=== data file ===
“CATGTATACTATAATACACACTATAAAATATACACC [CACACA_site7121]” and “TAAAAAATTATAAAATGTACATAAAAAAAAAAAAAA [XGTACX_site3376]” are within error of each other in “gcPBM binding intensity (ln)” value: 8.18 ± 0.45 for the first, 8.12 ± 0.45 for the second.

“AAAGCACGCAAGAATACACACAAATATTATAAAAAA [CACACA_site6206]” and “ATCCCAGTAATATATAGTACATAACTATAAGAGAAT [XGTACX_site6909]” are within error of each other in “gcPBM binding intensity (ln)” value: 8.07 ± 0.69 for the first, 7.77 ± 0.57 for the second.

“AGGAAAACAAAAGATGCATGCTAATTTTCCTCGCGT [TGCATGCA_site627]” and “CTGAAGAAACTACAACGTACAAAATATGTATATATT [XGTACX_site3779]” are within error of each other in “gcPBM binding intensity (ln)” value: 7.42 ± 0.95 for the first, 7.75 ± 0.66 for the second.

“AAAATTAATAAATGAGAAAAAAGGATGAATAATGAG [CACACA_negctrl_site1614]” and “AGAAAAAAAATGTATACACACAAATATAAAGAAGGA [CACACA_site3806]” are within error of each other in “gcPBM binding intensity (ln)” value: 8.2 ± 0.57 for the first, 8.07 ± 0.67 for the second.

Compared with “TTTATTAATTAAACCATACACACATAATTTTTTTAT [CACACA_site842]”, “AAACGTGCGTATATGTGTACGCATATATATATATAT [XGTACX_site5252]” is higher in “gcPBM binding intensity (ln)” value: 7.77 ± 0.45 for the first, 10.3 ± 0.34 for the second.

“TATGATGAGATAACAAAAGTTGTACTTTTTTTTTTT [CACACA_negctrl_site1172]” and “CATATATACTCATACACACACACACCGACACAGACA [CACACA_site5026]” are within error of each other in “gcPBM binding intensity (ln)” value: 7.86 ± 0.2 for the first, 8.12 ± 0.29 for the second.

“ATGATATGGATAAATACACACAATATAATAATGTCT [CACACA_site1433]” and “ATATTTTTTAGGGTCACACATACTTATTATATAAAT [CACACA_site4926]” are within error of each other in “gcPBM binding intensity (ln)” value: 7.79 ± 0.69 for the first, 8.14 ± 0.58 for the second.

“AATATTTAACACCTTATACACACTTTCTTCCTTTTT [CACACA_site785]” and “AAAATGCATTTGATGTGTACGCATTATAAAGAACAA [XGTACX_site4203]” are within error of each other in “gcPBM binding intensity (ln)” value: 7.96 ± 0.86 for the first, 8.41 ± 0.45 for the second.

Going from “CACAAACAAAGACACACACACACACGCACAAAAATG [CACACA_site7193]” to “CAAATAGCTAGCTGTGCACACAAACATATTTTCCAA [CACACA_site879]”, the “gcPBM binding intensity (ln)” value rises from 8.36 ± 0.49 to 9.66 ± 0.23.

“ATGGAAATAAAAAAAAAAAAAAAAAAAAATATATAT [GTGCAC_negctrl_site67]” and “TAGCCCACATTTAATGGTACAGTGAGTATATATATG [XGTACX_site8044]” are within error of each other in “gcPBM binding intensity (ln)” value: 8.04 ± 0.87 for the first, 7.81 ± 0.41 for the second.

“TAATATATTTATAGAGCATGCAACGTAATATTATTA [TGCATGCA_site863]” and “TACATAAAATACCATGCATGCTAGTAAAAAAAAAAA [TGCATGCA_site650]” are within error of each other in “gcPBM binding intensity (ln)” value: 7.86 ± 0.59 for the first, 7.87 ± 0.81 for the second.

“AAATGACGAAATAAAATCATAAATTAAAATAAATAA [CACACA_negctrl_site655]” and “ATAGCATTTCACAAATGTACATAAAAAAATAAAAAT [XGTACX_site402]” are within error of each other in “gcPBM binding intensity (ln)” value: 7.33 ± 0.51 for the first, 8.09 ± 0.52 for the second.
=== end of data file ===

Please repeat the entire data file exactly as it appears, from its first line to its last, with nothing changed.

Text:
“CATGTATACTATAATACACACTATAAAATATACACC [CACACA_site7121]” and “TAAAAAATTATAAAATGTACATAAAAAAAAAAAAAA [XGTACX_site3376]” are within error of each other in “gcPBM binding intensity (ln)” value: 8.18 ± 0.45 for the first, 8.12 ± 0.45 for the second.

“AAAGCACGCAAGAATACACACAAATATTATAAAAAA [CACACA_site6206]” and “ATCCCAGTAATATATAGTACATAACTATAAGAGAAT [XGTACX_site6909]” are within error of each other in “gcPBM binding intensity (ln)” value: 8.07 ± 0.69 for the first, 7.77 ± 0.57 for the second.

“AGGAAAACAAAAGATGCATGCTAATTTTCCTCGCGT [TGCATGCA_site627]” and “CTGAAGAAACTACAACGTACAAAATATGTATATATT [XGTACX_site3779]” are within error of each other in “gcPBM binding intensity (ln)” value: 7.42 ± 0.95 for the first, 7.75 ± 0.66 for the second.

“AAAATTAATAAATGAGAAAAAAGGATGAATAATGAG [CACACA_negctrl_site1614]” and “AGAAAAAAAATGTATACACACAAATATAAAGAAGGA [CACACA_site3806]” are within error of each other in “gcPBM binding intensity (ln)” value: 8.2 ± 0.57 for the first, 8.07 ± 0.67 for the second.

Compared with “TTTATTAATTAAACCATACACACATAATTTTTTTAT [CACACA_site842]”, “AAACGTGCGTATATGTGTACGCATATATATATATAT [XGTACX_site5252]” is higher in “gcPBM binding intensity (ln)” value: 7.77 ± 0.45 for the first, 10.3 ± 0.34 for the second.

“TATGATGAGATAACAAAAGTTGTACTTTTTTTTTTT [CACACA_negctrl_site1172]” and “CATATATACTCATACACACACACACCGACACAGACA [CACACA_site5026]” are within error of each other in “gcPBM binding intensity (ln)” value: 7.86 ± 0.2 for the first, 8.12 ± 0.29 for the second.

“ATGATATGGATAAATACACACAATATAATAATGTCT [CACACA_site1433]” and “ATATTTTTTAGGGTCACACATACTTATTATATAAAT [CACACA_site4926]” are within error of each other in “gcPBM binding intensity (ln)” value: 7.79 ± 0.69 for the first, 8.14 ± 0.58 for the second.

“AATATTTAACACCTTATACACACTTTCTTCCTTTTT [CACACA_site785]” and “AAAATGCATTTGATGTGTACGCATTATAAAGAACAA [XGTACX_site4203]” are within error of each other in “gcPBM binding intensity (ln)” value: 7.96 ± 0.86 for the first, 8.41 ± 0.45 for the second.

Going from “CACAAACAAAGACACACACACACACGCACAAAAATG [CACACA_site7193]” to “CAAATAGCTAGCTGTGCACACAAACATATTTTCCAA [CACACA_site879]”, the “gcPBM binding intensity (ln)” value rises from 8.36 ± 0.49 to 9.66 ± 0.23.

“ATGGAAATAAAAAAAAAAAAAAAAAAAAATATATAT [GTGCAC_negctrl_site67]” and “TAGCCCACATTTAATGGTACAGTGAGTATATATATG [XGTACX_site8044]” are within error of each other in “gcPBM binding intensity (ln)” value: 8.04 ± 0.87 for the first, 7.81 ± 0.41 for the second.

“TAATATATTTATAGAGCATGCAACGTAATATTATTA [TGCATGCA_site863]” and “TACATAAAATACCATGCATGCTAGTAAAAAAAAAAA [TGCATGCA_site650]” are within error of each other in “gcPBM binding intensity (ln)” value: 7.86 ± 0.59 for the first, 7.87 ± 0.81 for the second.

“AAATGACGAAATAAAATCATAAATTAAAATAAATAA [CACACA_negctrl_site655]” and “ATAGCATTTCACAAATGTACATAAAAAAATAAAAAT [XGTACX_site402]” are within error of each other in “gcPBM binding intensity (ln)” value: 7.33 ± 0.51 for the first, 8.09 ± 0.52 for the second.